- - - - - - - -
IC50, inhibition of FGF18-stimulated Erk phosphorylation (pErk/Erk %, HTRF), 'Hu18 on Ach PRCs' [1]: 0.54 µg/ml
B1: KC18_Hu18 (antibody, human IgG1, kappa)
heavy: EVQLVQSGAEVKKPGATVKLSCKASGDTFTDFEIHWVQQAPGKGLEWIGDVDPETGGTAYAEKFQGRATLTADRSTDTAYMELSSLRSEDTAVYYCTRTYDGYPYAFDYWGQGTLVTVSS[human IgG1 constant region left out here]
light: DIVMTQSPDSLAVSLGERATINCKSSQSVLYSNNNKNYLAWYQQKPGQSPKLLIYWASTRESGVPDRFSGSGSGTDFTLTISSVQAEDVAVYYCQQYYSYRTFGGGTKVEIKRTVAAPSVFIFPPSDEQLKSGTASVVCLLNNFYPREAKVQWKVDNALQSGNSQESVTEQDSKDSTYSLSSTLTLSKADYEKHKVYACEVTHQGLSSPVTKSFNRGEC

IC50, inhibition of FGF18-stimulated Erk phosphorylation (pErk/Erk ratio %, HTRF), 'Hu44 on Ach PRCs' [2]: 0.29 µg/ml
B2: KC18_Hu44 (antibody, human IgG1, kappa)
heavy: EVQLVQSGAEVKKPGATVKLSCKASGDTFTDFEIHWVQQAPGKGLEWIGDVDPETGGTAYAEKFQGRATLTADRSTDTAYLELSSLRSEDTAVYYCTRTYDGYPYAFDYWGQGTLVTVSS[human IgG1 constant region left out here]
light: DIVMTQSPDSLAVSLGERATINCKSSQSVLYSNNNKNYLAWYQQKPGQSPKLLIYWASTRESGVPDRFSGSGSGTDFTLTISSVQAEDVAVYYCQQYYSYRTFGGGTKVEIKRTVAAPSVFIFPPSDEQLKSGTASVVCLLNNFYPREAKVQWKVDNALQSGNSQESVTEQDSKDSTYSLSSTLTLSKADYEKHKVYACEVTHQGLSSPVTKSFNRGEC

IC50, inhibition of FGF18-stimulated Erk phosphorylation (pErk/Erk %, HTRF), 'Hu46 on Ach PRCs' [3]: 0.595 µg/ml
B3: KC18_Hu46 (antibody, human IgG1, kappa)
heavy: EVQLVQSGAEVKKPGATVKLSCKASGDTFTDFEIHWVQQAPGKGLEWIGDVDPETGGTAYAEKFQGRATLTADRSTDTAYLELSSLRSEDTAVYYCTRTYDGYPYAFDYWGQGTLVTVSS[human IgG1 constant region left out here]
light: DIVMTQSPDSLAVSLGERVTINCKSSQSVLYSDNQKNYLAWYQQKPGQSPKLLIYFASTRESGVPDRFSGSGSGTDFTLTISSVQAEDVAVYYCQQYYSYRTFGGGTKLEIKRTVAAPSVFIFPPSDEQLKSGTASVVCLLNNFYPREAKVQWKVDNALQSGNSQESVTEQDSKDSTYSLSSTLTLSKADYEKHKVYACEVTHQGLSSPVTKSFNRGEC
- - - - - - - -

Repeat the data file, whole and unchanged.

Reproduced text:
IC50, inhibition of FGF18-stimulated Erk phosphorylation (pErk/Erk %, HTRF), 'Hu18 on Ach PRCs' [1]: 0.54 µg/ml
B1: KC18_Hu18 (antibody, human IgG1, kappa)
heavy: EVQLVQSGAEVKKPGATVKLSCKASGDTFTDFEIHWVQQAPGKGLEWIGDVDPETGGTAYAEKFQGRATLTADRSTDTAYMELSSLRSEDTAVYYCTRTYDGYPYAFDYWGQGTLVTVSS[human IgG1 constant region left out here]
light: DIVMTQSPDSLAVSLGERATINCKSSQSVLYSNNNKNYLAWYQQKPGQSPKLLIYWASTRESGVPDRFSGSGSGTDFTLTISSVQAEDVAVYYCQQYYSYRTFGGGTKVEIKRTVAAPSVFIFPPSDEQLKSGTASVVCLLNNFYPREAKVQWKVDNALQSGNSQESVTEQDSKDSTYSLSSTLTLSKADYEKHKVYACEVTHQGLSSPVTKSFNRGEC

IC50, inhibition of FGF18-stimulated Erk phosphorylation (pErk/Erk ratio %, HTRF), 'Hu44 on Ach PRCs' [2]: 0.29 µg/ml
B2: KC18_Hu44 (antibody, human IgG1, kappa)
heavy: EVQLVQSGAEVKKPGATVKLSCKASGDTFTDFEIHWVQQAPGKGLEWIGDVDPETGGTAYAEKFQGRATLTADRSTDTAYLELSSLRSEDTAVYYCTRTYDGYPYAFDYWGQGTLVTVSS[human IgG1 constant region left out here]
light: DIVMTQSPDSLAVSLGERATINCKSSQSVLYSNNNKNYLAWYQQKPGQSPKLLIYWASTRESGVPDRFSGSGSGTDFTLTISSVQAEDVAVYYCQQYYSYRTFGGGTKVEIKRTVAAPSVFIFPPSDEQLKSGTASVVCLLNNFYPREAKVQWKVDNALQSGNSQESVTEQDSKDSTYSLSSTLTLSKADYEKHKVYACEVTHQGLSSPVTKSFNRGEC

IC50, inhibition of FGF18-stimulated Erk phosphorylation (pErk/Erk %, HTRF), 'Hu46 on Ach PRCs' [3]: 0.595 µg/ml
B3: KC18_Hu46 (antibody, human IgG1, kappa)
heavy: EVQLVQSGAEVKKPGATVKLSCKASGDTFTDFEIHWVQQAPGKGLEWIGDVDPETGGTAYAEKFQGRATLTADRSTDTAYLELSSLRSEDTAVYYCTRTYDGYPYAFDYWGQGTLVTVSS[human IgG1 constant region left out here]
light: DIVMTQSPDSLAVSLGERVTINCKSSQSVLYSDNQKNYLAWYQQKPGQSPKLLIYFASTRESGVPDRFSGSGSGTDFTLTISSVQAEDVAVYYCQQYYSYRTFGGGTKLEIKRTVAAPSVFIFPPSDEQLKSGTASVVCLLNNFYPREAKVQWKVDNALQSGNSQESVTEQDSKDSTYSLSSTLTLSKADYEKHKVYACEVTHQGLSSPVTKSFNRGEC